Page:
For a Cretan beachbum used to the NHS, the Greek health system comes as a bit of a shock. The good news though, is that the European Health Insurance card system does work admirably well when dealing with emergencies and the level of clinical care offered is every bit as good as in the UK. I know this because I had to accompany my friend Simon to the A&E in the nearest (2 hours over the mountains) hospital just after Christmas. On arrival I was surprised to see so many people milling around outside the clinic and I initially thought there had been some major disaster. It turns out though, that custom and practice in Crete dictates that if you have to go to the A&E, you take your whole family, grandmothers and babes in arms included, with you.
The first thing to bear in mind is that they charge you the princely sum of 8.10 Euros to register at the admin desk; no major shock there, but why the 10 cents? Anyway, the next thing to remember, should you ever have the need, is that nearly every procedure carried out has to be approved by admin before it can go ahead and each procedure requires a trip to admin to get the appropriate piece of paper stamped. Since Simon was stretched out on the inspection table and in no position to go anywhere, I began to see why it was necessary to be accompanied. On the strength of Simon’s EHI card, the tests were all approved, but since one of them was a blood test, the question then arose as to who was going to get the samples from the clinic to the lab and the results back to the clinic, for I should mention that the AS&E is staffed by Doctors and a few nurses but no porters or auxiliary staff. The answer is that the patient’s friends/family takes the samples to the lab and the results in this case were delivered by a pneumatic tube system. The same system arises with X-Rays, the patient’s family/ friend has to scrounge a chair/bed and wheel the patient to the X-Ray suite and, since the patient clearly cannot fit into the pneumatic delivery tube without severe distress or bending the tube and/or the bed, then wheel them back to the clinic with the results. While this is clearly not too difficult a task, to those conditioned to the concerns for privacy and secrecy in the NHS, it’s somewhat disconcerting to see people standing around the hospital corridors holding their X-Ray images up to the window and earnestly discussing them with their friends, family and the neighbour from across the road who wasn’t going to miss out on the fun. I thought at one stage I was going to be asked my opinion of an X-Ray of someone’s leg but fortunately the people concerned though the better of it.
Finally if the patient has to be admitted, as Simon was, guess who has to wheel them to the ward and get them into bed?
About three weeks after all this, with Simon still in hospital, on a sunny Sunday the memsahib and I went out for a jolly to the hills about 3 hours away from where we live. The village we went to is in a spectacular position on an isolated spur on the very edge of the mountains, about 600 metres above floor of a valley along which runs the only road to a small fishing village. From this natural viewpoint, the port, the whole of the valley and the plains behind it can be seen. The reality of the village’s strategic location is really only appreciated though when you look at the village war memorial and the graveyard. While it’s a sad fact that many of the local villages have memorials to those who were executed by the Germans between 1941 and 1945 and a few villages have memorials to those who died in the major rebellion against the Ottomans in 1866, this village had memorials to named villagers who had died fighting the Venetians in 1527 (in a rebellion lead by a villager known affectionately as ‘Rabid George), the Ottomans from 1669 onwards, Bulgarians in the late nineteenth century,* Bulgarians again in the Second Balkan War of 1913 and finally Germans in the Second World War.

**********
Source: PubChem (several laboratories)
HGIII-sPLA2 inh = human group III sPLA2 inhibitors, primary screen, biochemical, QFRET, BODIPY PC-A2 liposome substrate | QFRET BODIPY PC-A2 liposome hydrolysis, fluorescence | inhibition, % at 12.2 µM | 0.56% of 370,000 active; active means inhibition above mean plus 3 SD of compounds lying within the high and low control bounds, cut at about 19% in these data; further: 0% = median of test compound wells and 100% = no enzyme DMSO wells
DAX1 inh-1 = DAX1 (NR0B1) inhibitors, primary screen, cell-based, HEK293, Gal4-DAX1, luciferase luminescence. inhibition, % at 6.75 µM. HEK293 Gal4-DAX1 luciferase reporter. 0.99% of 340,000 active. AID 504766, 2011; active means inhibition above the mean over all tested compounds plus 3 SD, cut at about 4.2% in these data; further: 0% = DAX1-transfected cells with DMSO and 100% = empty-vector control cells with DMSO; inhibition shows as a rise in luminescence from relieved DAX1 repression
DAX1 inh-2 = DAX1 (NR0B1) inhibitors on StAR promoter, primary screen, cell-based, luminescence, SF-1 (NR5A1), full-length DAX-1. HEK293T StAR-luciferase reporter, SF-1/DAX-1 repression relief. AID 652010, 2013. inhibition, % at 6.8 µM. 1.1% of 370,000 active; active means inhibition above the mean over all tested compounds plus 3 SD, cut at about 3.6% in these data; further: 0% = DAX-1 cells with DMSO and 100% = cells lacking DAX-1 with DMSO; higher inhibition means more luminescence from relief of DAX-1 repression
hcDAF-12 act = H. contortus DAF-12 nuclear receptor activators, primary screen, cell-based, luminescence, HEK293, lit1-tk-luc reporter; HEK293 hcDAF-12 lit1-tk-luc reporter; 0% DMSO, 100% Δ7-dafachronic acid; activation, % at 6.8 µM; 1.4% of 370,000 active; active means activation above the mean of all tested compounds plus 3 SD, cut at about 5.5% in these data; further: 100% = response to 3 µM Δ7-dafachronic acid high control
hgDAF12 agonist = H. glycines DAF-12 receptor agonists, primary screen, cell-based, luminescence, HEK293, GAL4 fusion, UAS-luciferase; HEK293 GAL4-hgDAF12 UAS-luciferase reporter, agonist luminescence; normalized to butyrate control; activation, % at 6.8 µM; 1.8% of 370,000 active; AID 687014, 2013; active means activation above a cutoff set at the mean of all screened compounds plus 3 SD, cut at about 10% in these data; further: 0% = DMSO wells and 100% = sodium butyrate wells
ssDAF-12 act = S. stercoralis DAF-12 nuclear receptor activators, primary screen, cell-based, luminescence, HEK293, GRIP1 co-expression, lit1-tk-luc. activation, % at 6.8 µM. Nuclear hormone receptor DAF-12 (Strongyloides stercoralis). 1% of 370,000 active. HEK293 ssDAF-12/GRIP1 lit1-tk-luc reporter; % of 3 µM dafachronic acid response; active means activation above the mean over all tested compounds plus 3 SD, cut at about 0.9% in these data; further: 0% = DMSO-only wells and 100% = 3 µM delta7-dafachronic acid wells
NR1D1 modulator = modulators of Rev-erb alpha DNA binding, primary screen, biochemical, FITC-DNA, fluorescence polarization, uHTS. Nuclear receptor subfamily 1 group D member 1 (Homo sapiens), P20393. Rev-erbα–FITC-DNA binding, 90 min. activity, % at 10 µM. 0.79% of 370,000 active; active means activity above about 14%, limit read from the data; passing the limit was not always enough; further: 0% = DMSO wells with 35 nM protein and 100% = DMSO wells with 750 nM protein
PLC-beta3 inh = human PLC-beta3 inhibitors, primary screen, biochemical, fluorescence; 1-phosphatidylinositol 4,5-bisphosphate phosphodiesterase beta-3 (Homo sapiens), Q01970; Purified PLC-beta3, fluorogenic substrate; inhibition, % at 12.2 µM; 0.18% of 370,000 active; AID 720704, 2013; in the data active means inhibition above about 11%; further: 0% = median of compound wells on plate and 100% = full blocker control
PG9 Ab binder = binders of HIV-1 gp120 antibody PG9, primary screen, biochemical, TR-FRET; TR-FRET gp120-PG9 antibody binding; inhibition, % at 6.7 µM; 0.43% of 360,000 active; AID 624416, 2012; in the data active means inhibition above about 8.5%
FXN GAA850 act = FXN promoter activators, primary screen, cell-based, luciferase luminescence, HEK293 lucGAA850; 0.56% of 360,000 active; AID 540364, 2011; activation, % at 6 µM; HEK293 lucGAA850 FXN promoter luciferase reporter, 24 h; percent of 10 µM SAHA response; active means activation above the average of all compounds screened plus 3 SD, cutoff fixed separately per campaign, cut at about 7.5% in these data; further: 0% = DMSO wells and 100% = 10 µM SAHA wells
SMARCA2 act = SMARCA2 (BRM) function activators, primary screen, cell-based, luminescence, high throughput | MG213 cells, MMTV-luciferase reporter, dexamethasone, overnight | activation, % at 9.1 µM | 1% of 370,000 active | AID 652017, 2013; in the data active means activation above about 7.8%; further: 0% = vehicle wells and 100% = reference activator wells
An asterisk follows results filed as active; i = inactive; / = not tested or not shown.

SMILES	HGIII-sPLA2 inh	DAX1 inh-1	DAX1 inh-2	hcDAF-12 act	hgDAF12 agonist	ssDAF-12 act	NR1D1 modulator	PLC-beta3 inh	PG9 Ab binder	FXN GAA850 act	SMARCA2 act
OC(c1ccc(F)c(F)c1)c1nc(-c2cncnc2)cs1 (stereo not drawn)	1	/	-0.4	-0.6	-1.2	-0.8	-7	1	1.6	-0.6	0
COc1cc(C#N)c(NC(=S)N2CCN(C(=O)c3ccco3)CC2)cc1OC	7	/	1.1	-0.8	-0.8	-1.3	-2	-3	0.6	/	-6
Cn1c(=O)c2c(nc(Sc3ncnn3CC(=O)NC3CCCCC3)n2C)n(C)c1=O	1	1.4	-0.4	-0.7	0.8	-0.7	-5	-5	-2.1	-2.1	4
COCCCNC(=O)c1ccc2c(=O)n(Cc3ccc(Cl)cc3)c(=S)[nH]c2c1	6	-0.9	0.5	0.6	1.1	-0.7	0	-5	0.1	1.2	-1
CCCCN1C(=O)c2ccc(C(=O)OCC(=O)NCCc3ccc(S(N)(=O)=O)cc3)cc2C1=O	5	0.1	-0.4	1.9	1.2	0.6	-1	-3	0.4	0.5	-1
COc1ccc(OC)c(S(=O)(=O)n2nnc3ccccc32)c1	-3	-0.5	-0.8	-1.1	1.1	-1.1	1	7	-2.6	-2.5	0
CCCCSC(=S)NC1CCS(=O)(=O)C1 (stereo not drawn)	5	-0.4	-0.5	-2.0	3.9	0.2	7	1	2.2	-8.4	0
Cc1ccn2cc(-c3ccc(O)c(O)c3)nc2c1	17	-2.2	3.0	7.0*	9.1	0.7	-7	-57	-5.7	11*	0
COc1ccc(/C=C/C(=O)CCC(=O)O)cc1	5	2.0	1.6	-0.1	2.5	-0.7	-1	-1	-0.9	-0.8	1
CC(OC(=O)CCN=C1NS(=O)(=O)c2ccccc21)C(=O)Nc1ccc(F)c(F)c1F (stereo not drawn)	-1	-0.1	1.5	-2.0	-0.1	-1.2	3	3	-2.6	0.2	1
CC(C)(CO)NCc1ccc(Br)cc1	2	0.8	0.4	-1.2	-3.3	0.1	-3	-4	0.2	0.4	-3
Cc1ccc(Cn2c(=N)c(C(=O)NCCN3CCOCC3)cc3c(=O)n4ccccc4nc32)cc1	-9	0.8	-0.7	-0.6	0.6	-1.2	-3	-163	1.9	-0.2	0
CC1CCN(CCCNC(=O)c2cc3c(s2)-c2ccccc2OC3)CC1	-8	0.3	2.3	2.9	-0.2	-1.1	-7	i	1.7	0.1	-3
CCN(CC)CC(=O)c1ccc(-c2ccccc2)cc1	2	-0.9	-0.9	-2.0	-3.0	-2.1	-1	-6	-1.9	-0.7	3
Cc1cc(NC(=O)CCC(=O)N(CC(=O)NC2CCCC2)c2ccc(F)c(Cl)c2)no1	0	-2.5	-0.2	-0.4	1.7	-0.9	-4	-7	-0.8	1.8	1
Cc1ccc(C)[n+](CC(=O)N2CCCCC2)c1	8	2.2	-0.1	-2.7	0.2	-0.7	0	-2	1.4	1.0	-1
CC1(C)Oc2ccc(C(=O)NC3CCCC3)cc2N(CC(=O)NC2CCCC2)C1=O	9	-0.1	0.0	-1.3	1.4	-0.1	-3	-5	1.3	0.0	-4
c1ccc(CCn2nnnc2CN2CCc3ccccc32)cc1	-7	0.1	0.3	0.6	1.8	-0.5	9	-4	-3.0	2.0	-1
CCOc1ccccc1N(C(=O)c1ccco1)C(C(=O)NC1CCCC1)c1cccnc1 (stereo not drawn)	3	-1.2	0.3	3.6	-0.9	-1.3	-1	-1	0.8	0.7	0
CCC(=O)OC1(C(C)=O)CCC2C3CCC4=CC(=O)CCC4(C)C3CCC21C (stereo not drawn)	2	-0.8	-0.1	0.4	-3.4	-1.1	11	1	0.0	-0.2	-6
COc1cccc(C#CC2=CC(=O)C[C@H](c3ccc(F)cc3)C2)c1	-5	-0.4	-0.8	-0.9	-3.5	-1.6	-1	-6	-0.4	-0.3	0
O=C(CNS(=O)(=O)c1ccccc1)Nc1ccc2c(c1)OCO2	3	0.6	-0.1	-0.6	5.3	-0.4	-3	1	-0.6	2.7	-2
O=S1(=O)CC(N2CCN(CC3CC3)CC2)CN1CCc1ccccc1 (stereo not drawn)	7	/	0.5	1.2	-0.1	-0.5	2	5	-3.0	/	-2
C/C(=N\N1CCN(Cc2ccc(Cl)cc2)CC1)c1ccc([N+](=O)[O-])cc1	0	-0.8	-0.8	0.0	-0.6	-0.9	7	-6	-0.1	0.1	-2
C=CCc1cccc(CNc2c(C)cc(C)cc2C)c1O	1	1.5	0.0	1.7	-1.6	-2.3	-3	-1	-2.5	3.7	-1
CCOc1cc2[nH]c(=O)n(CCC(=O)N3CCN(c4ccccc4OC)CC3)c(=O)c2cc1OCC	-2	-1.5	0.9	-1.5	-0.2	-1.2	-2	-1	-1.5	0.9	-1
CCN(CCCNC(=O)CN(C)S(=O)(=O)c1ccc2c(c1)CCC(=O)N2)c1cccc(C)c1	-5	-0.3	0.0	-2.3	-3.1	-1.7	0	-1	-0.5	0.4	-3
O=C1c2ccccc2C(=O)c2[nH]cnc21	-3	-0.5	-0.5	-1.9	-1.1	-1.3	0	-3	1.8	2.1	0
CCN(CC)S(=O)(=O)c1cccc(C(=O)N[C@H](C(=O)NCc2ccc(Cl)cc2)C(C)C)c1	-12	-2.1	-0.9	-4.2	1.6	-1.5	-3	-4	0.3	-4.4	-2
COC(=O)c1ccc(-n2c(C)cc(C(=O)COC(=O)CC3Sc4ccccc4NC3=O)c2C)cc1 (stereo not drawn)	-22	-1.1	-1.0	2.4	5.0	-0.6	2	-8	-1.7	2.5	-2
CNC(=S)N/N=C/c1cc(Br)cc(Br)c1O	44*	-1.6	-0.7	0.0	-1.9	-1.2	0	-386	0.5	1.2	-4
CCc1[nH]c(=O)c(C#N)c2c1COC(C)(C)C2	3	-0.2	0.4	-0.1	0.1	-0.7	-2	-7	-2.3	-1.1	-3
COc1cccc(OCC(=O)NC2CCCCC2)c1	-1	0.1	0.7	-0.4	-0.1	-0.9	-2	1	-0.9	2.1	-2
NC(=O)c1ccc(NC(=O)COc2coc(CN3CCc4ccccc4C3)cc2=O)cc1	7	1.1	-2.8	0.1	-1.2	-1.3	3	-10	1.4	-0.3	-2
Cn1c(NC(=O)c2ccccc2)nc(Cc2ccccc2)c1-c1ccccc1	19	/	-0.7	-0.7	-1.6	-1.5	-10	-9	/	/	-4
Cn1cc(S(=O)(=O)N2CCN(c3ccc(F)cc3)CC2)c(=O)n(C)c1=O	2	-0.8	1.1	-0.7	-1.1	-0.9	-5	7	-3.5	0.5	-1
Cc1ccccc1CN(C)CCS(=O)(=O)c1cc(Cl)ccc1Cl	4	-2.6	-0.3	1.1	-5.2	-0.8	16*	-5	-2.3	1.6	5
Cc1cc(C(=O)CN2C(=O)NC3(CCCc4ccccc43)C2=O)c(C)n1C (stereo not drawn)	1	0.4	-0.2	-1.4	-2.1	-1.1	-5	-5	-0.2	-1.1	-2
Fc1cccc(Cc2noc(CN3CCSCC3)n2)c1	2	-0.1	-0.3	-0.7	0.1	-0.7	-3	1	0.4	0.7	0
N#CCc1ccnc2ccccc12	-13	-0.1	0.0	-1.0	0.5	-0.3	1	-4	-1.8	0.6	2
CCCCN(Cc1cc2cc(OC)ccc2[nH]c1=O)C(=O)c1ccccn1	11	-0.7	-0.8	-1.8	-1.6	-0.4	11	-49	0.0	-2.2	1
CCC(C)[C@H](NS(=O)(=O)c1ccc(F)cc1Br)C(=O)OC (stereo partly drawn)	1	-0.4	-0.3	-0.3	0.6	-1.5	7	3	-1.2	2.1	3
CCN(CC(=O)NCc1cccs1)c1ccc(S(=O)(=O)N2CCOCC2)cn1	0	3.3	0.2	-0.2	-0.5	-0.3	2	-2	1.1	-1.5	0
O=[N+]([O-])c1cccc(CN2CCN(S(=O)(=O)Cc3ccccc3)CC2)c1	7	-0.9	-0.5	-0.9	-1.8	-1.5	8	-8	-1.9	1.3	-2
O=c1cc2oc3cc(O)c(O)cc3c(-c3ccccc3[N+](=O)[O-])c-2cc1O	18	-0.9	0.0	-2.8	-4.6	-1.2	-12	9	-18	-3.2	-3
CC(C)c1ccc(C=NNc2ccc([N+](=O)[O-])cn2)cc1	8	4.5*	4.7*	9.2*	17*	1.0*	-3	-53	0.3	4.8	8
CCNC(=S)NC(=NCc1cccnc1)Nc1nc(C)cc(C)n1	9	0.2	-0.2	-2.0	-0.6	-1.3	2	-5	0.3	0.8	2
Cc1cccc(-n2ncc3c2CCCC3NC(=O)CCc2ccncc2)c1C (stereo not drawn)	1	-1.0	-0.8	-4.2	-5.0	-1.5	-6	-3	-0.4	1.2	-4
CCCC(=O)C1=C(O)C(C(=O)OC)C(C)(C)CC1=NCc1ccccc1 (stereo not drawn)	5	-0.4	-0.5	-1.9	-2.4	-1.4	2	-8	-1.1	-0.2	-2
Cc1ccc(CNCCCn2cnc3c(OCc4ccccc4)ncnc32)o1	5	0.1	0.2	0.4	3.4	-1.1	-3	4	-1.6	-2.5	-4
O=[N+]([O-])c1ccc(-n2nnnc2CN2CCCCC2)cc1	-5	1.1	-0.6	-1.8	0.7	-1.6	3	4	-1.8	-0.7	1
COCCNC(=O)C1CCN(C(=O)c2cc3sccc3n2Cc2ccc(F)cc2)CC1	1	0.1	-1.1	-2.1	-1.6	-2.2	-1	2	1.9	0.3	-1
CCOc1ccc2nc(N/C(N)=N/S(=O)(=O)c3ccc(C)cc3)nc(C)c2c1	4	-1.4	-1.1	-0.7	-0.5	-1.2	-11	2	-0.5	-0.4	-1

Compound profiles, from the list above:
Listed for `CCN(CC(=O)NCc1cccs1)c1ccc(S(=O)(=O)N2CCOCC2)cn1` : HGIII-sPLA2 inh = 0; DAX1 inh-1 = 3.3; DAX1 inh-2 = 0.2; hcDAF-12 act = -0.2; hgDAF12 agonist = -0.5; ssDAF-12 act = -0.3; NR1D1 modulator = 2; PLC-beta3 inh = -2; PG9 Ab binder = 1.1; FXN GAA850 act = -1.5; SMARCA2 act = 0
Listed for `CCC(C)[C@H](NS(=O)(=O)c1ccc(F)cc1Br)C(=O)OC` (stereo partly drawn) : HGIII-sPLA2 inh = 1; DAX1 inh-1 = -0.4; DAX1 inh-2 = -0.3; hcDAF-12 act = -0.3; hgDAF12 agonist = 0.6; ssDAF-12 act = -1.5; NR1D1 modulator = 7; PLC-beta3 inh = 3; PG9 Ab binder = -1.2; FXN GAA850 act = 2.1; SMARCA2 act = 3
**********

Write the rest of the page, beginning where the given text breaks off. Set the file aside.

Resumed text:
In spite of these depressing historical reminders, on looking at the graves, the memsahib an unnamed botanist with me was heard to remark:
“Well, they all seemed to live to a ripe old age; unless of course they were killed by somebody.”
The day being bright and sunny, we sat and had a picnic lunch on the wall just outside the Byzantine church in the middle of the village. All was going well until the memsahib unnamed botanist looked over the wall and remarked that there was a large skeleton behind us. When I finished choking on my kalitsounia, I looked and there was indeed a large skeleton on the edge of the graveyard immediately behind us. Fortunately for the sake of my digestion it was the skeleton of a sheep.
We returned eventually to the middle of the village where we had parked the car and were packing up ready for the trip back when, suddenly, from a group of men who were loading olives onto a lorry,** one came running across the square towards us waving his arms and shouting;
My first thought was that we were in trouble for eating our lunch in a holy place or desecrating a sacred skeleton or some such and given the obvious history of the villagers’ resistance to outsiders and the fact that we were 3 hours from home, high up in the mountains in an isolated spot, I was feeling a bit apprehensive. Instead he came running up to me and though I’d never seen him before in my life, he shook my hand, greeted me like a long lost cousin and in fractured English asked:
“How is Simon? I hear you took him to hospital? Give him my best thoughts if you see him soon.”
As my friend Spiros once remarked:
“It’s a small world, but I wouldn’t fancy the job painting it.”